OR, MEDITATION ON THE REVOLUTIONS OF EMPIRES
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CONSTERNATION AND CONSPIRACY OF TYRANTS.
But scarcely had the solemn voice of liberty and equality resounded
through the earth, when a movement of confusion, of astonishment,
arose in different nations. On the one hand, the people, warmed
with desire, but wavering between hope and fear, between the
sentiment of right and the habit of obedience, began to be in
motion. The kings, on the other hand, suddenly awakened from the
sleep of indolence and despotism, were alarmed for the safety of
their thrones; while, on all sides, those clans of civil and
religious tyrants, who deceive kings and oppress the people, were
seized with rage and consternation; and, concerting their
perfidious plans, they said: Woe to us, if this fatal cry of
liberty comes to the ears of the multitude! Woe to us, if this
pernicious spirit of justice be propagated!
And, pointing to the floating banner, they continued:
Consider what a swarm of evils are included in these three words!
If all men are equal, where is our exclusive right to honors and to
power? If all men are to be free, what becomes of our slaves, our
vassals, our property? If all are equal in the civil state, where
is our prerogative of birth, of inheritance? and what becomes of
nobility? If they are all equal in the sight of God, what need of
mediators?--where is the priesthood? Let us hasten, then, to
destroy a germ so prolific, and so contagious. We must employ all
our cunning against this innovation. We must frighten the kings,
that they may join us in the cause. We must divide the people by
national jealousies, and occupy them with commotions, wars, and
conquests. They must be alarmed at the power of this free nation.
Let us form a league against the common enemy, demolish that
sacrilegious standard, overturn that throne of rebellion, and
stifle in its birth the flame of revolution.
And, indeed, the civil and religious tyrants of nations formed a
general combination; and, multiplying their followers by force and
seduction, they marched in hostile array against the free nation;
and, surrounding the altar and the pyramid of natural law, they
demanded with loud cries:
What is this new and heretical doctrine? what this impious altar,
this sacrilegious worship? True believers and loyal subjects! can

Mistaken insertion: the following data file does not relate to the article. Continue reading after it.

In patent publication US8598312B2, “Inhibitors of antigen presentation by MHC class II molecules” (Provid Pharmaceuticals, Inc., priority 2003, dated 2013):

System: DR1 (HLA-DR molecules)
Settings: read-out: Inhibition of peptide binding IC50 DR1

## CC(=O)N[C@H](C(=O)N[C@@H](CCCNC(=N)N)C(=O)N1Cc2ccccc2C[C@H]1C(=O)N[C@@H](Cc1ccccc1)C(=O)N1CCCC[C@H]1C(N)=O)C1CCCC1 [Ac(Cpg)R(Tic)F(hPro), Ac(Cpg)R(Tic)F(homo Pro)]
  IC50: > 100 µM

you suppose that truth has been first discovered to-day, and that
hitherto you have been walking in error? that those men, more
fortunate than you, have the sole privilege of wisdom? And you,
rebel and misguided nation, perceive you not that your new leaders
are misleading you? that they destroy the principles of your faith,
and overturn the religion of your ancestors? Ah, tremble! lest the
wrath of heaven should kindle against you; and hasten by speedy
repentance to retrieve your error.
But, inaccessible to seduction as well as to fear, the free nation
kept silence, and rising universally in arms, assumed an imposing
And the legislator said to the chiefs of nations:
If while we walked with a bandage on our eyes the light guided our
steps, why, since we are no longer blindfold, should it fly from
our search? If guides, who teach mankind to see for themselves,
mislead and deceive them, what can be expected from those who
profess to keep them in darkness?
But hark, ye leaders of nations! If you possess the truth, show it
to us, and we will receive it with gratitude, for we seek it with
ardor, and have a great interest in finding it. We are men, and
liable to be deceived; but you are also men, and equally fallible.
Aid us then in this labyrinth, where the human race has wandered
for so many ages; help us to dissipate the illusion of so many
prejudices and vicious habits. Amid the shock of so many opinions
which dispute for our acceptance, assist us in discovering the
proper and distinctive character of truth. Let us this day
terminate the long combat with error. Let us establish between it
and truth a solemn contest, to which we will invite the opinions of
men of all nations. Let us convoke a general assembly of the
nations. Let them be judges in their own cause; and in the debate
of all systems, let no champion, no argument, be wanting, either on
the side of prejudice or of reason; and let the sentiment of a
general and common mass of evidence give birth to a universal
concord of opinions and of hearts.